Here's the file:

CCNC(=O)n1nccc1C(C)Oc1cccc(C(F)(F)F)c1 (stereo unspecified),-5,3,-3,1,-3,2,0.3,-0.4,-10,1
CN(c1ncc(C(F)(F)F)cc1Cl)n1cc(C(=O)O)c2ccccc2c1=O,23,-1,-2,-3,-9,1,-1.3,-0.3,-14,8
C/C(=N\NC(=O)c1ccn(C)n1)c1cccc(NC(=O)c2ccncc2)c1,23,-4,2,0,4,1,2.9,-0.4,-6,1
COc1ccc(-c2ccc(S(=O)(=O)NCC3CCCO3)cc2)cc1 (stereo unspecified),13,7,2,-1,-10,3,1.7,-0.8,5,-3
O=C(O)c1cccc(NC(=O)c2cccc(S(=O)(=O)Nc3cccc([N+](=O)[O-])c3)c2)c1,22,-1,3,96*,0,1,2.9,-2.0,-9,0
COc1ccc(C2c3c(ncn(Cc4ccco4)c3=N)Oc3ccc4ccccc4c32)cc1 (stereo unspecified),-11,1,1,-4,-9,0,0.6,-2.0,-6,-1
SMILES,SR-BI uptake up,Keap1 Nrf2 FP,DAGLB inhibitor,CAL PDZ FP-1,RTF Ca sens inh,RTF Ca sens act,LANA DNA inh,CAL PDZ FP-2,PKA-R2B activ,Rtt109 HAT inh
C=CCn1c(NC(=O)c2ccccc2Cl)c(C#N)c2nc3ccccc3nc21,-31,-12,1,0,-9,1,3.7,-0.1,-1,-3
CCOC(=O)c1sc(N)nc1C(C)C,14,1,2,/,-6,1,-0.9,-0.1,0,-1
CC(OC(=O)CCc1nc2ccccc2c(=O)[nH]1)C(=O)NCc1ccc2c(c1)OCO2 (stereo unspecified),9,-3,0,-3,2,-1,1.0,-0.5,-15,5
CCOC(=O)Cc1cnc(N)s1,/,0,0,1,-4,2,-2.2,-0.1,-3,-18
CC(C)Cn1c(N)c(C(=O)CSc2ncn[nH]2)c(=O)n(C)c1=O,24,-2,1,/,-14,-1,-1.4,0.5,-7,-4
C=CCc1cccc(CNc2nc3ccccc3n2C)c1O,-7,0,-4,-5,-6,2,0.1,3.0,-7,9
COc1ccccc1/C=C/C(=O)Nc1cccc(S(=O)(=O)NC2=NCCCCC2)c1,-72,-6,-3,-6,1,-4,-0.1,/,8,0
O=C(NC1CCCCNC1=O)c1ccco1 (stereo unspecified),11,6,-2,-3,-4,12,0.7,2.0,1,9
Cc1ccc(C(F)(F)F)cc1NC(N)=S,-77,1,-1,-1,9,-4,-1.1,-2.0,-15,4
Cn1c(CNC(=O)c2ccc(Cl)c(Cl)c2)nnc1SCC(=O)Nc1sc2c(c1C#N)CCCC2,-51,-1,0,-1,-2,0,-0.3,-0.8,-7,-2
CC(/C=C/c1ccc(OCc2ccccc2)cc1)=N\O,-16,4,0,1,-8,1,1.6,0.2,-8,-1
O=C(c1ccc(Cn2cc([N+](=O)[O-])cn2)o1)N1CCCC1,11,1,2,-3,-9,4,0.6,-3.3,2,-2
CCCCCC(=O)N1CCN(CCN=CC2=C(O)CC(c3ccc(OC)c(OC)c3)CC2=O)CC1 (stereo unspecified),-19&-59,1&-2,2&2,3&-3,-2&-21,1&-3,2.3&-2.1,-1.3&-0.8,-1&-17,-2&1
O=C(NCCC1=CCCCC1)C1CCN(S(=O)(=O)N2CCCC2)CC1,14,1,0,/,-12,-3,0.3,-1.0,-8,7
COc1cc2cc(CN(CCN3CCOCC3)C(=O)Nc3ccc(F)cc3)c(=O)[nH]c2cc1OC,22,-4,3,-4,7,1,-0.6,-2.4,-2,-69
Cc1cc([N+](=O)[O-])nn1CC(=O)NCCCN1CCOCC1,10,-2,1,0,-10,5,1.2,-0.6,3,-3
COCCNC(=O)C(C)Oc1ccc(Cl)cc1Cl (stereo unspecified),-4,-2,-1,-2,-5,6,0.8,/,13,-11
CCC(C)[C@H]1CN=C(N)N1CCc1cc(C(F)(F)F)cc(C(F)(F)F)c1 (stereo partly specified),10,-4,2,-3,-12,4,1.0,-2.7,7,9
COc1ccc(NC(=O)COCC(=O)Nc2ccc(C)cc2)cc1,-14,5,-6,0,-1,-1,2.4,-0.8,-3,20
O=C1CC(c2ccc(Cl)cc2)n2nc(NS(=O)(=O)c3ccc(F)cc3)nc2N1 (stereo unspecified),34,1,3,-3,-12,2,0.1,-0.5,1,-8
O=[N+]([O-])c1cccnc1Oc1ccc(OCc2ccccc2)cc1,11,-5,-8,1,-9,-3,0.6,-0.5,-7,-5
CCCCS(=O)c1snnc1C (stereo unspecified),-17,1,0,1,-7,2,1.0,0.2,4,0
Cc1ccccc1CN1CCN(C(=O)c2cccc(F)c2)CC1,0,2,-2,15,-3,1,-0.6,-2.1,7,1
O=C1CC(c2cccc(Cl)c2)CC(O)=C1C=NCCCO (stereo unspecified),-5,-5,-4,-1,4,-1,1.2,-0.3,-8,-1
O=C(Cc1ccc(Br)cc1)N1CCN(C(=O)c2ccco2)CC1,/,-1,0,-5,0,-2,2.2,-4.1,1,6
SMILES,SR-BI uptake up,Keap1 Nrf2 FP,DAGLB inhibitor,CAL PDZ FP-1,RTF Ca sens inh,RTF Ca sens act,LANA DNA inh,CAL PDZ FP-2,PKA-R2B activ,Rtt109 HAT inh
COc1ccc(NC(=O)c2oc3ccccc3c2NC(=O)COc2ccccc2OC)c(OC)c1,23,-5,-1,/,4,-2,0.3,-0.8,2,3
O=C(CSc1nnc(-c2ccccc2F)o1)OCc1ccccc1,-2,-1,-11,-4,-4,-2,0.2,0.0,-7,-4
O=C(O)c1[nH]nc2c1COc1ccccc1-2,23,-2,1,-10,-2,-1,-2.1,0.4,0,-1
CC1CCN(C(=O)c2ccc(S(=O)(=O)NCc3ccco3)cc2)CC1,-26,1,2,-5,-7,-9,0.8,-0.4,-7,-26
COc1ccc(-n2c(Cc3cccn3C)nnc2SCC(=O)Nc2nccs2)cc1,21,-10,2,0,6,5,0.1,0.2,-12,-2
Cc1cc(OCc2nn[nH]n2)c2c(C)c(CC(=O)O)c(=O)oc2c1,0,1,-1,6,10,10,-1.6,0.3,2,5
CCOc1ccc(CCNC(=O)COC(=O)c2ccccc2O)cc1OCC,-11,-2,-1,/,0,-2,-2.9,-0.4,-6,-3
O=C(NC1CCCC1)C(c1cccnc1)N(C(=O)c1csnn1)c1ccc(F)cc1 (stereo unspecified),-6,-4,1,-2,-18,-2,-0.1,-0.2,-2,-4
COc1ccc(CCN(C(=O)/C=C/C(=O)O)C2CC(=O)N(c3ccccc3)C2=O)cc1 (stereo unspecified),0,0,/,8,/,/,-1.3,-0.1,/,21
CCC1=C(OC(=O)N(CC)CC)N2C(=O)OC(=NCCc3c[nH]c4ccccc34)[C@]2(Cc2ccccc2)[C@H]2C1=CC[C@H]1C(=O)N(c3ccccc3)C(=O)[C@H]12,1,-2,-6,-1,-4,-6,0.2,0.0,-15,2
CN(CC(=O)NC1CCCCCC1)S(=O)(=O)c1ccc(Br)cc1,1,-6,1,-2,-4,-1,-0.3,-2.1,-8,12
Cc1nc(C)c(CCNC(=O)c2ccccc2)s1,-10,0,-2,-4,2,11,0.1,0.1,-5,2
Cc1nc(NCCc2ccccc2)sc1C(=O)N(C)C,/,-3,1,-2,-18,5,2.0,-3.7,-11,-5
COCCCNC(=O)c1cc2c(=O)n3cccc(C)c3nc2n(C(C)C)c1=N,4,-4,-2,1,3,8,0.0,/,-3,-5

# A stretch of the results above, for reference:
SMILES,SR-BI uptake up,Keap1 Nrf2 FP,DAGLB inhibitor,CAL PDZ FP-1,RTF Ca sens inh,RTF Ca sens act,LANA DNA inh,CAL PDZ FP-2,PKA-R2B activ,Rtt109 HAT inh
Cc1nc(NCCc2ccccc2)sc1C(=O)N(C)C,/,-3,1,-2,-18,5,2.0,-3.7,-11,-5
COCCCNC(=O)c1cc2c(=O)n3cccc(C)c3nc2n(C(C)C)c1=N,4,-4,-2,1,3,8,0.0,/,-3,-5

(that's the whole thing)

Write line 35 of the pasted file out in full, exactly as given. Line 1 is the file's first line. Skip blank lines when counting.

O=C(CSc1nnc(-c2ccccc2F)o1)OCc1ccccc1,-2,-1,-11,-4,-4,-2,0.2,0.0,-7,-4